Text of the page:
Complex problem spaces, such as those addressed by knowledge management or systems analysis projects, call for complex methods of inquiry. A phenomenon in contextual analysis means that there is a need to go beyond consensus and recognized 'best practice'. As part of a complex method, for contextual analysis, inter-analysis may be conducted, in which individuals explore one another's perspectives by discussing individually-created narratives. The purpose is not to seek consensus, but to focus on diversity in viewpoints among participants. In this paper, the authors present an approach in which multiple modelling of problem experiences can bring about shifts of perspectives, create new insights and help deepened understandings to emerge. Techniques are presented that support participants to keep an overview of diversity of in-depth inquiries, while not suffocating under information overload due to the large number of narratives. Participants identify clusters of similar/dissimilar narratives in order to limit the number, but not the range of alternative perspectives. The techniques presented are formally described to promote development of decision support systems.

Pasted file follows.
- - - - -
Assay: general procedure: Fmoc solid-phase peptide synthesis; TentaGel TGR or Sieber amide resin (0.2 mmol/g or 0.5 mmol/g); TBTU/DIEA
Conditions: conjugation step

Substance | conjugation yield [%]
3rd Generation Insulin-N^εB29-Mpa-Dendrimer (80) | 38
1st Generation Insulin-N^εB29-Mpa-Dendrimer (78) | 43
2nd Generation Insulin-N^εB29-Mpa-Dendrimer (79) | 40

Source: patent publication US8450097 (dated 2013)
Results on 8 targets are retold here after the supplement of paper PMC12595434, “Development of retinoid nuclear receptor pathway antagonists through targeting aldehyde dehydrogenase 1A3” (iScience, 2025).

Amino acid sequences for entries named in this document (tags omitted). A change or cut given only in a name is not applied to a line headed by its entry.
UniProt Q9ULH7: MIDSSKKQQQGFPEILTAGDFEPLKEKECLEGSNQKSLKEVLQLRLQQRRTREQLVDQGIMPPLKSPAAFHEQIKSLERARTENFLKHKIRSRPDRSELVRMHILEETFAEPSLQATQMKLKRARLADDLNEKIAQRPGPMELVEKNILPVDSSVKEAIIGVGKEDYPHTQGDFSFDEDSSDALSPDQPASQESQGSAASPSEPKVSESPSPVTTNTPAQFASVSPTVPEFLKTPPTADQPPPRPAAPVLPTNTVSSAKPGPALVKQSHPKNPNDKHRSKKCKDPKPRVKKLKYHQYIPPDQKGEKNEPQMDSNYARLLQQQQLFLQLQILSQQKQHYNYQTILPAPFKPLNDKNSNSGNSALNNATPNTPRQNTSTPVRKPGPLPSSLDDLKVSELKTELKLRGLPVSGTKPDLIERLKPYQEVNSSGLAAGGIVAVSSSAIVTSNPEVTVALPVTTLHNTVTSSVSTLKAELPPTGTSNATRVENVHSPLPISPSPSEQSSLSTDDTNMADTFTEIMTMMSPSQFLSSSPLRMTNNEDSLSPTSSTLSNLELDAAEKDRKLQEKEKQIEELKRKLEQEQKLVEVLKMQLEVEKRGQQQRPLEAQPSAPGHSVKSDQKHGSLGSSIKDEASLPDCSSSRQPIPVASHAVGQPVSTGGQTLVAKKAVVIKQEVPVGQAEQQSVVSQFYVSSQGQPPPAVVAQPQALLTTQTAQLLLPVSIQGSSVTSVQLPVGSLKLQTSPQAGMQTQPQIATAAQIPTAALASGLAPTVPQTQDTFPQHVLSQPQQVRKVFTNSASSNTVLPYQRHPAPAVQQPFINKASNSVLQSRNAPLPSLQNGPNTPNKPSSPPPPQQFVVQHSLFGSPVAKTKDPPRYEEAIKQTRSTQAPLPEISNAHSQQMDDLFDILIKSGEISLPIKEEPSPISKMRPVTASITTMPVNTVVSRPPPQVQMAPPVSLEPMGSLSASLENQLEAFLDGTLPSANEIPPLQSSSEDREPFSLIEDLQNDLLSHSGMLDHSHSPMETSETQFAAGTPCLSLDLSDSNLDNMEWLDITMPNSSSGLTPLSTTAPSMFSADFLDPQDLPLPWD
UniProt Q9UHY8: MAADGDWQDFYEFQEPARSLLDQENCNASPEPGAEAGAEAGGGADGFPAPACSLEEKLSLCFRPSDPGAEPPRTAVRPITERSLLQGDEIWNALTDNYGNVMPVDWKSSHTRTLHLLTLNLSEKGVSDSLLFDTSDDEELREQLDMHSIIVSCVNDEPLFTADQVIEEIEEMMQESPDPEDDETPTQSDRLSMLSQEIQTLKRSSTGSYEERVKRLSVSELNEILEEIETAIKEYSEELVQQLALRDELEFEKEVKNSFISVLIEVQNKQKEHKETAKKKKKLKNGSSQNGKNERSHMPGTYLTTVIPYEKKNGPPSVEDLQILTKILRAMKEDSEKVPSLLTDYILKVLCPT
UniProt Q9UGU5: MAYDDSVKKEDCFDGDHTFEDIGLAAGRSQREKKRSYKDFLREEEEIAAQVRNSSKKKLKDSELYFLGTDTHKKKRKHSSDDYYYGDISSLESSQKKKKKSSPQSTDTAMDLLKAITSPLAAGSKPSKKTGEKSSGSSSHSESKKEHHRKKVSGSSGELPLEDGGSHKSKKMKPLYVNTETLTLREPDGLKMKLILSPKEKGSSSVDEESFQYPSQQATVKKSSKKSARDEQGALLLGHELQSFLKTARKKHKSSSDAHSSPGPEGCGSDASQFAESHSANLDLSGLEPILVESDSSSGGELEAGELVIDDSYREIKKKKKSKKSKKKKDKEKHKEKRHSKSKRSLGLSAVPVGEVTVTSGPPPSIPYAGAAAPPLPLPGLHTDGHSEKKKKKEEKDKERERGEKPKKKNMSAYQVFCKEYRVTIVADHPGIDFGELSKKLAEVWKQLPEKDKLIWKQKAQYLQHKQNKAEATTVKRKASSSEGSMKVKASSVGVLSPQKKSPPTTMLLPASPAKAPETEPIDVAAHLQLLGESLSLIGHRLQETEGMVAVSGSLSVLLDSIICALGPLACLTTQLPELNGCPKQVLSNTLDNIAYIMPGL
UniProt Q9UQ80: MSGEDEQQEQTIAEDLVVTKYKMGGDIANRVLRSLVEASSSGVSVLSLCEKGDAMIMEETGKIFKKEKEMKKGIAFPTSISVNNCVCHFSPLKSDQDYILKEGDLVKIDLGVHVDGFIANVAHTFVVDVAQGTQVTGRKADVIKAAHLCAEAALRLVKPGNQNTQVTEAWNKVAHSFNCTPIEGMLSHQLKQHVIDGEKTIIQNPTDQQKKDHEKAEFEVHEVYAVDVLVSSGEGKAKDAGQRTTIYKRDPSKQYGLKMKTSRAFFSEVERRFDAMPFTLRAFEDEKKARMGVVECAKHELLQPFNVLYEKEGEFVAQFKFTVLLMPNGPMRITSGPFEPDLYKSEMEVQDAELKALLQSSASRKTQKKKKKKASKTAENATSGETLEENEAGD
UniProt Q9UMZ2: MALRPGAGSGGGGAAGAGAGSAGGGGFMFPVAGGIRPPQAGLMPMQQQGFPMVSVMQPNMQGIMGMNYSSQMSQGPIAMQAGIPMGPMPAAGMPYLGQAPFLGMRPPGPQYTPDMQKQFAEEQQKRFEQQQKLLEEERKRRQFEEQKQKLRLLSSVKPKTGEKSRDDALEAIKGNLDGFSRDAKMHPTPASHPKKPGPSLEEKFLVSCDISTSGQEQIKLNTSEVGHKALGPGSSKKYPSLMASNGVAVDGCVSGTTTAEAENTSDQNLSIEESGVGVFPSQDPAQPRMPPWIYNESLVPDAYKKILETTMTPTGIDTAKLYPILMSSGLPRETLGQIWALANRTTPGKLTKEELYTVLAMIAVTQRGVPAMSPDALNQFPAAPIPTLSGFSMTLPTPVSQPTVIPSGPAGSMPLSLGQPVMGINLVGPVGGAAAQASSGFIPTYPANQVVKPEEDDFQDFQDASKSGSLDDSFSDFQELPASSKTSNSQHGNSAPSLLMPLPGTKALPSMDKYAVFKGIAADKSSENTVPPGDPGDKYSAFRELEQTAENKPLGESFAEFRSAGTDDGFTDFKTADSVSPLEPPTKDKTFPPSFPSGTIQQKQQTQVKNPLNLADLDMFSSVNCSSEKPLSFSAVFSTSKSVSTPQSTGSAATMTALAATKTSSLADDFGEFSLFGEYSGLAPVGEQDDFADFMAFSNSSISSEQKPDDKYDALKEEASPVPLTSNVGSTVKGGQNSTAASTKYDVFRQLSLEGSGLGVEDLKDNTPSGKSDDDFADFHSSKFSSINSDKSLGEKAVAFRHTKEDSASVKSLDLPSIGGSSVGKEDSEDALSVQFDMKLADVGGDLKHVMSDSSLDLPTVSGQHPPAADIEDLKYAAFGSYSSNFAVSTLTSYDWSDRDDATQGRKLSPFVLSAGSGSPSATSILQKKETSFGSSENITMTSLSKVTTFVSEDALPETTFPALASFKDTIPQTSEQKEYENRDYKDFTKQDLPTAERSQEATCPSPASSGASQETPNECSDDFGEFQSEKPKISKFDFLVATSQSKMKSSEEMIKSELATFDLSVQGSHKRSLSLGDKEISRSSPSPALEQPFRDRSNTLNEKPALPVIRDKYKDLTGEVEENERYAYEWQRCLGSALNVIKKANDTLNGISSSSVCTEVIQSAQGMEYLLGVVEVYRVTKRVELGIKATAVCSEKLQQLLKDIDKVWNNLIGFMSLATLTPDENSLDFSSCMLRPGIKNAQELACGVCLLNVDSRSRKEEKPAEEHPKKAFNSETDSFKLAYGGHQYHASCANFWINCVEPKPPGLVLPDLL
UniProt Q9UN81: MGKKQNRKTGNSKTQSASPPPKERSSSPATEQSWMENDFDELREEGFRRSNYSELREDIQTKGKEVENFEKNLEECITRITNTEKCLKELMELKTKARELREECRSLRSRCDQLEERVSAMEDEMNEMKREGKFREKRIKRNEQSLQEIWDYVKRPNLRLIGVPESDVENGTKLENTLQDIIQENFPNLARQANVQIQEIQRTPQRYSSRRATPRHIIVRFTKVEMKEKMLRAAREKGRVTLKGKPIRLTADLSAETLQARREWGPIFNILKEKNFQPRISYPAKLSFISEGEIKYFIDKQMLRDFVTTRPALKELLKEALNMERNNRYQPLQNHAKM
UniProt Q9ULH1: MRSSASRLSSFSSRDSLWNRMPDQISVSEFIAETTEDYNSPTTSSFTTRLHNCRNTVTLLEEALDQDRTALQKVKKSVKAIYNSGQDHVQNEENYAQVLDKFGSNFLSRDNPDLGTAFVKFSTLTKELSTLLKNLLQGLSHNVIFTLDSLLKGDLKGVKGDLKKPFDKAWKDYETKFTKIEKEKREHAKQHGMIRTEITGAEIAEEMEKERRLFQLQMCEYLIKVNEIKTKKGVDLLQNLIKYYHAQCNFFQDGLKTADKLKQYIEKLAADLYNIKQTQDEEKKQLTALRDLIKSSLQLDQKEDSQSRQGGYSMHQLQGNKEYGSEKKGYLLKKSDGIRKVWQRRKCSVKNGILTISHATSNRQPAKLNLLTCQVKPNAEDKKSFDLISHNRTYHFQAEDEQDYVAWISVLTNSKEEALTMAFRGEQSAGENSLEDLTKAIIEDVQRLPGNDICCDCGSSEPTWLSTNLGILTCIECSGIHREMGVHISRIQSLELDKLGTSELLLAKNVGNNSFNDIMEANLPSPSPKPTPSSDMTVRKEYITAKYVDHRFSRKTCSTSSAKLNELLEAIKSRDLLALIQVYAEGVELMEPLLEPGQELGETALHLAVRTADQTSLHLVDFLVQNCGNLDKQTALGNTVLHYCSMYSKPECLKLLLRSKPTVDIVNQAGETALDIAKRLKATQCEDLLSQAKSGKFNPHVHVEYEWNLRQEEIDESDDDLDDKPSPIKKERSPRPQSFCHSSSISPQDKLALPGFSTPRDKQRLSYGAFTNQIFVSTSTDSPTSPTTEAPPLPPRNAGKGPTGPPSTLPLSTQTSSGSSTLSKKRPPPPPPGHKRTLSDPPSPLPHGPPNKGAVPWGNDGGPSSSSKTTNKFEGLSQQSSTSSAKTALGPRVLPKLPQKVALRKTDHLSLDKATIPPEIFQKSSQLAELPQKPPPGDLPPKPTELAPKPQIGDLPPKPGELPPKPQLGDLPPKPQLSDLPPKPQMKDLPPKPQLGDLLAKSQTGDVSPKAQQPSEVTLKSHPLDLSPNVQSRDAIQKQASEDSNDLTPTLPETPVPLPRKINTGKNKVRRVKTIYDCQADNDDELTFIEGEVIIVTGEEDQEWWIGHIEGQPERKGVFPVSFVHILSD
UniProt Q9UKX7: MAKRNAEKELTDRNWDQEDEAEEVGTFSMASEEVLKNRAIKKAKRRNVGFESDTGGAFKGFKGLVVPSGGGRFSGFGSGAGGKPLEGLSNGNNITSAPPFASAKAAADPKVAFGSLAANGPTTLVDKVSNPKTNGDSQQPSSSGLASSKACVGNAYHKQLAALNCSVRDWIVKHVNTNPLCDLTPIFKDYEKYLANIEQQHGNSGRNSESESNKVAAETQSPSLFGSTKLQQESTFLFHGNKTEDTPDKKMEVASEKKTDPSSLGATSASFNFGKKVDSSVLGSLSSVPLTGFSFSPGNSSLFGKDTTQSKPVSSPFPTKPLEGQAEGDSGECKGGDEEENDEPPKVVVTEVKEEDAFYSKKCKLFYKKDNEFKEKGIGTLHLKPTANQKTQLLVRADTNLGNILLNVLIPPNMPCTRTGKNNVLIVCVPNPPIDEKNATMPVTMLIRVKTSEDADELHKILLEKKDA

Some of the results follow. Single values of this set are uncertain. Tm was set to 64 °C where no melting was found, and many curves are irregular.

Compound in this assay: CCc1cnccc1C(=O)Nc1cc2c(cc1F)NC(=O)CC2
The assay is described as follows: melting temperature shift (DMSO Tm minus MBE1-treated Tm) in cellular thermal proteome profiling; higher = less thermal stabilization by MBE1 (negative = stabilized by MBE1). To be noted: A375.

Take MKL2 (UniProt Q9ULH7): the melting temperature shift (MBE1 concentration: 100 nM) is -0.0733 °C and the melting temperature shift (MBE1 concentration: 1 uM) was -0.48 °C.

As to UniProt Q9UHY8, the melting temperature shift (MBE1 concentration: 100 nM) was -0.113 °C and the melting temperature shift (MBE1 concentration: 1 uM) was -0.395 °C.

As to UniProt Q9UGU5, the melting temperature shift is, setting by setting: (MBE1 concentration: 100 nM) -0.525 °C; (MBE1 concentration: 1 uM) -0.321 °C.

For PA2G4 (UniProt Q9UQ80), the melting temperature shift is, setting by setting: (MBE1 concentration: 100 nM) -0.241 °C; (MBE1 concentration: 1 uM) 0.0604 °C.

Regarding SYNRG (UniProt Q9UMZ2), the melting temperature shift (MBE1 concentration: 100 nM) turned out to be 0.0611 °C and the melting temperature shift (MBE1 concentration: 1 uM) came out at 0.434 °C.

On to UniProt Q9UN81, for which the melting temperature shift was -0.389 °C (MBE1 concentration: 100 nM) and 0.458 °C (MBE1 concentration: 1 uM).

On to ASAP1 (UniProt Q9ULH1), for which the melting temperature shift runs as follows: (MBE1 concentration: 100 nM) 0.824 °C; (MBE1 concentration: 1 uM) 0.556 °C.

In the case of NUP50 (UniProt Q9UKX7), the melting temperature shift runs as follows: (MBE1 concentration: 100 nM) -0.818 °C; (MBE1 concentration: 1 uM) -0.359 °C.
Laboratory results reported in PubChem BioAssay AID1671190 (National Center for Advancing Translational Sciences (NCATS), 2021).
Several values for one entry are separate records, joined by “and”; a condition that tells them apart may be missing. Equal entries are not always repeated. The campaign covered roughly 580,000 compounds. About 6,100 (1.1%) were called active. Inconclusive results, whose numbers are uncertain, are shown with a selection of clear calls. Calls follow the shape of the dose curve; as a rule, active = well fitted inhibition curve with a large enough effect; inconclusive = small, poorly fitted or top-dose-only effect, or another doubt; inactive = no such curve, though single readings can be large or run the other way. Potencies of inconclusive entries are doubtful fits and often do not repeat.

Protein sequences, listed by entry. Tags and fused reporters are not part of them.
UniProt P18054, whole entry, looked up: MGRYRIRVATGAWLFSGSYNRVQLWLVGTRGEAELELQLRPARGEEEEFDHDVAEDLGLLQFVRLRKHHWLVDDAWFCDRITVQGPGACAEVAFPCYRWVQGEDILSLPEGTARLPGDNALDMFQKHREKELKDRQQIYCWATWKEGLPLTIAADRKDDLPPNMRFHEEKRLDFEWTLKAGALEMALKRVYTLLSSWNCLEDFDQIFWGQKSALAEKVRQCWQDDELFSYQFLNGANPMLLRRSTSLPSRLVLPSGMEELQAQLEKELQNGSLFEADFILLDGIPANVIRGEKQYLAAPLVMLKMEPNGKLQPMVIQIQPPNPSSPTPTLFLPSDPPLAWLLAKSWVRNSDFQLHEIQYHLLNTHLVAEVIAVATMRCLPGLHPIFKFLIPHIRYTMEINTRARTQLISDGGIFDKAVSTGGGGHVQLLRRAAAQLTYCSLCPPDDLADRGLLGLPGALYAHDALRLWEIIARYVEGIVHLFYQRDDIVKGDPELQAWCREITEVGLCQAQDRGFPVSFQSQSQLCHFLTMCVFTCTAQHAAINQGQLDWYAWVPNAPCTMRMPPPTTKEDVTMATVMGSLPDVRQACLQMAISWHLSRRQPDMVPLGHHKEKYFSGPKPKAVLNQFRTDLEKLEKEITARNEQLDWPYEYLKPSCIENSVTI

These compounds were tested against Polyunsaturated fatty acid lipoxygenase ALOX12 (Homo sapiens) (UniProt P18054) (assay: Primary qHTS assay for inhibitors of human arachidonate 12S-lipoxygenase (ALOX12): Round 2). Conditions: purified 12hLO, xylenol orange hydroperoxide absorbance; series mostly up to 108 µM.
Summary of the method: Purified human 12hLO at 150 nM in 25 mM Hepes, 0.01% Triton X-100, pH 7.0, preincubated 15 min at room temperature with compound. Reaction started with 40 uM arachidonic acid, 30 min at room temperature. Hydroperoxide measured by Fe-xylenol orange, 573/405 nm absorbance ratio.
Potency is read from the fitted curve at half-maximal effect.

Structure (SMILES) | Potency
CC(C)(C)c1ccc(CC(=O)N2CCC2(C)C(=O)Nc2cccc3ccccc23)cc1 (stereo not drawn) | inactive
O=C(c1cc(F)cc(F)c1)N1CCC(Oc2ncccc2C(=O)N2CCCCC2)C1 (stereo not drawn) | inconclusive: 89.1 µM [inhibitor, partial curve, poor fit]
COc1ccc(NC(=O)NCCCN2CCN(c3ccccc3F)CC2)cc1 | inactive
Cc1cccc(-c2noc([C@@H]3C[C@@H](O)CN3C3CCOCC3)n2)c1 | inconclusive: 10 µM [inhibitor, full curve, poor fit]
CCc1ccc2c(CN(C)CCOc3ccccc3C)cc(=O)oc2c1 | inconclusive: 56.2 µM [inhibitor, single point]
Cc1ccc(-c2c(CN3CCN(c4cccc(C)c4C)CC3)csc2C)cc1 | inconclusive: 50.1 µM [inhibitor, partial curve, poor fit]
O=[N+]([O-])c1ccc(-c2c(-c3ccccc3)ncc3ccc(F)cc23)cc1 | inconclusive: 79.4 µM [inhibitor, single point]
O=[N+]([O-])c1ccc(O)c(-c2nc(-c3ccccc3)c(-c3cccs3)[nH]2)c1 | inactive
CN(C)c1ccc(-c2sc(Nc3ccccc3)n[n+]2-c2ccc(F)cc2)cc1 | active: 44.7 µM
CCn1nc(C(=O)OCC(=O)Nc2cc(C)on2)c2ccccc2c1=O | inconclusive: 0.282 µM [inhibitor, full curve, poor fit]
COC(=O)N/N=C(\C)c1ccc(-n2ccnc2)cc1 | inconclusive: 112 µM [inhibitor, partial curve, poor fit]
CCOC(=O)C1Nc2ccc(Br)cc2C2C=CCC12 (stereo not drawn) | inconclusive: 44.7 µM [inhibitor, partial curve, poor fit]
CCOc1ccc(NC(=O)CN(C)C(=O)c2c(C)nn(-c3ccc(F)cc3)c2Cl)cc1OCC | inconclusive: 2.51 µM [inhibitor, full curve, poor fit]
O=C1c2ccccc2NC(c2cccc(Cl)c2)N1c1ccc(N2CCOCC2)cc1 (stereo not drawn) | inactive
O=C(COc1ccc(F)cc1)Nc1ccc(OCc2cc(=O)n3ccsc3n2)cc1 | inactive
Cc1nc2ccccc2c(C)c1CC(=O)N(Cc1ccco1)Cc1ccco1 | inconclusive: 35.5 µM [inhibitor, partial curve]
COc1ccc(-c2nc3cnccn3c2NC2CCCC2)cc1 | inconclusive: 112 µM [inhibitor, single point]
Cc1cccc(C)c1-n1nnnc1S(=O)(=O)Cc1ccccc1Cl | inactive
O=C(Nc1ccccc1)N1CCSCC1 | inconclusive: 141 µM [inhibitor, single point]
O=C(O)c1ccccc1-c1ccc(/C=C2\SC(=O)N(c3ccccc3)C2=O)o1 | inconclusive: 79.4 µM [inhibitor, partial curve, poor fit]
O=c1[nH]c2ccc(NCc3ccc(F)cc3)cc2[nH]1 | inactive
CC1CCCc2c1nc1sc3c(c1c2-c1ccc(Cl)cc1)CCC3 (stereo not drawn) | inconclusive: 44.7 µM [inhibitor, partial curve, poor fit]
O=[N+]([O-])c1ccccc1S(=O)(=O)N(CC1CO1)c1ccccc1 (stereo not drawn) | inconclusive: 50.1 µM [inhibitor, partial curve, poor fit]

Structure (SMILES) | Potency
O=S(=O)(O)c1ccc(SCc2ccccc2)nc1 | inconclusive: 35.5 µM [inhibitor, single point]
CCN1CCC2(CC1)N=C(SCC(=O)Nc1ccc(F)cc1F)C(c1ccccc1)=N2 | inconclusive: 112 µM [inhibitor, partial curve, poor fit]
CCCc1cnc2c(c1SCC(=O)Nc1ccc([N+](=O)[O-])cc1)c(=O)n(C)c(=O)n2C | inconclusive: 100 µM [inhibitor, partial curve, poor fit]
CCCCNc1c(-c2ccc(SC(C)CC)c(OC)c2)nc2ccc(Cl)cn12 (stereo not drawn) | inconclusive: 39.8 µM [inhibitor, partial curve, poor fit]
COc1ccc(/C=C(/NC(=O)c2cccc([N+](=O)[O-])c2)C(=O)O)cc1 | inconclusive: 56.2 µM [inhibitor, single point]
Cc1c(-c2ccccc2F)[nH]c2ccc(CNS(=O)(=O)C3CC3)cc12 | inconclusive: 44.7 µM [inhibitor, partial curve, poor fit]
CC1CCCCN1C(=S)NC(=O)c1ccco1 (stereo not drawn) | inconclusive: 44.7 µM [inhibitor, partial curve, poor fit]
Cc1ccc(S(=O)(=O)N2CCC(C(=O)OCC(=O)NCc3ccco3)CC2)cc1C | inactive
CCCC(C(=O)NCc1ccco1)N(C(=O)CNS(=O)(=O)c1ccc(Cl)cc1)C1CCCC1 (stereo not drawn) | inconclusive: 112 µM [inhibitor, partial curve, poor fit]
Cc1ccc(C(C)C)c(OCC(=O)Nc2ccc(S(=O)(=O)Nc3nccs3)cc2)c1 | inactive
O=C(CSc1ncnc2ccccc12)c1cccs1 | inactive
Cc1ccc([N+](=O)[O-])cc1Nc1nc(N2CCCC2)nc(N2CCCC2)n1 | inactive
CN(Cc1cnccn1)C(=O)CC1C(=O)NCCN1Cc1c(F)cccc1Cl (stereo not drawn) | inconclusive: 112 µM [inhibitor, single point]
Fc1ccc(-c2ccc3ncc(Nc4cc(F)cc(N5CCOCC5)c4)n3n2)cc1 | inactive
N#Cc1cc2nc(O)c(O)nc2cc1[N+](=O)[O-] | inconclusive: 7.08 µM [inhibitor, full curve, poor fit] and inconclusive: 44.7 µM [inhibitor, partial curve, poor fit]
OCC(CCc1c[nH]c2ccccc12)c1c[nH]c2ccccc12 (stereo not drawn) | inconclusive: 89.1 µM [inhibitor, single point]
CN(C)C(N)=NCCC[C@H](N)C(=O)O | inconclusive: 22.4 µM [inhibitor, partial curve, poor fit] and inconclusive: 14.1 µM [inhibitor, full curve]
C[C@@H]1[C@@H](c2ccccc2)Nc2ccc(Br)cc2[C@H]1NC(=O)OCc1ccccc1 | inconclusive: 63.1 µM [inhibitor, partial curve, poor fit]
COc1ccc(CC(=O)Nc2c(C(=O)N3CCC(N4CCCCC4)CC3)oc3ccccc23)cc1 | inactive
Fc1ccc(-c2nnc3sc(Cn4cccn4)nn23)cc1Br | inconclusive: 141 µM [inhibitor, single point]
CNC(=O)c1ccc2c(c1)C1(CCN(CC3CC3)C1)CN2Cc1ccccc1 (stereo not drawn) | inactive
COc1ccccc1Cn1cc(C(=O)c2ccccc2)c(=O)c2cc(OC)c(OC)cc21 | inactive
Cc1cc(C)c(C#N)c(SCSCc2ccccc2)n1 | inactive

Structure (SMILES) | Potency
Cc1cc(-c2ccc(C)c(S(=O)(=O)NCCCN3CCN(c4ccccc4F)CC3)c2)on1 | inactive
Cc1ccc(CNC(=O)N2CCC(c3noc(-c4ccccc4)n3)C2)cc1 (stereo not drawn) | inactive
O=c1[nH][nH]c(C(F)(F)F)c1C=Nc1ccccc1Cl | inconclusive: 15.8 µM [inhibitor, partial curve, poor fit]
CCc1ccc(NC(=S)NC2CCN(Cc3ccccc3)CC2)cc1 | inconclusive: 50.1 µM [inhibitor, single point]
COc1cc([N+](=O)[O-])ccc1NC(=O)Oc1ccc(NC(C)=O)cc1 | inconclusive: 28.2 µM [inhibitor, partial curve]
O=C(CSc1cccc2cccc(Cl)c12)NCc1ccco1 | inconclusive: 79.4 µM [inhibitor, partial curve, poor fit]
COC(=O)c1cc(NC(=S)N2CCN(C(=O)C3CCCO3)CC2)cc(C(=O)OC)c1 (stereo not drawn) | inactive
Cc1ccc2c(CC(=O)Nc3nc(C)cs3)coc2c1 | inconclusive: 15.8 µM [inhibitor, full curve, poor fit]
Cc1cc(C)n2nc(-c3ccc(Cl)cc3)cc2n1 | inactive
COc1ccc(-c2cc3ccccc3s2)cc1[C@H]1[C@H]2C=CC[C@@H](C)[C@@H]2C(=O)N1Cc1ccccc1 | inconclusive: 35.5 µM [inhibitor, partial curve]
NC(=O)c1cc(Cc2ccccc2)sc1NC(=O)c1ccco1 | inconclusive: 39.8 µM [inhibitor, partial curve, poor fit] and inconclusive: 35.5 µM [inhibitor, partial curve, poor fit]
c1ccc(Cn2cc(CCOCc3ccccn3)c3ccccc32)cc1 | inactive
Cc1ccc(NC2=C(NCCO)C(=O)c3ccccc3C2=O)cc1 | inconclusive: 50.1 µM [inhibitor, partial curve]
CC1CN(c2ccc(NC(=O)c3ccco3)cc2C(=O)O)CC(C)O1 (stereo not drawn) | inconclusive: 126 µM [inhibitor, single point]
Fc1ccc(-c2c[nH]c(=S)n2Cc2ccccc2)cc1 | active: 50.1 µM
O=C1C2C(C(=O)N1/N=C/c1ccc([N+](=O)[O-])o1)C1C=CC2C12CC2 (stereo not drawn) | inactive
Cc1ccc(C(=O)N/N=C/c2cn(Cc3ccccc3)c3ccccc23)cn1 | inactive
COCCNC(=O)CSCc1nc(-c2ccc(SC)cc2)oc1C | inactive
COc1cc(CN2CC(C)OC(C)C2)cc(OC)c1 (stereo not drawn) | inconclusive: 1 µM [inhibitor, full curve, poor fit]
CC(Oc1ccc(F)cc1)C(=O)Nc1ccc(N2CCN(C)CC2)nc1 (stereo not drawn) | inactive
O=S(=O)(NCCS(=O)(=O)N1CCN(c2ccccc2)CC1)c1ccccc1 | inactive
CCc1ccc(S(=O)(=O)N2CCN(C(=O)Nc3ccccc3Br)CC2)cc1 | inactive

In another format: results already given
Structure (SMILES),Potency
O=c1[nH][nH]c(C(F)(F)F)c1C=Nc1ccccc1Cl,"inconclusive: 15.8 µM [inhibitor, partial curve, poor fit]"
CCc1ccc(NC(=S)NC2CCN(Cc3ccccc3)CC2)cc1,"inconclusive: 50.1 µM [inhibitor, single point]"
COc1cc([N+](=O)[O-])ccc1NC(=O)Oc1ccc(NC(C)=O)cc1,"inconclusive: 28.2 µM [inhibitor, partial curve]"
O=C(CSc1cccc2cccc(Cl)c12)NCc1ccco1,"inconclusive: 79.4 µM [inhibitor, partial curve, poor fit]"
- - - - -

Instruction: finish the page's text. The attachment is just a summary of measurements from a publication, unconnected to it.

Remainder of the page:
|Publication status||Published - 2007|
|Event||The fifteenth european conference on information systems - St Gallen, Switzerland|
Duration: 6 Jun 2007 → 8 Jun 2007
|Conference||The fifteenth european conference on information systems|
|Abbreviated title||ECIS 2007|
|Period||6/06/07 → 8/06/07|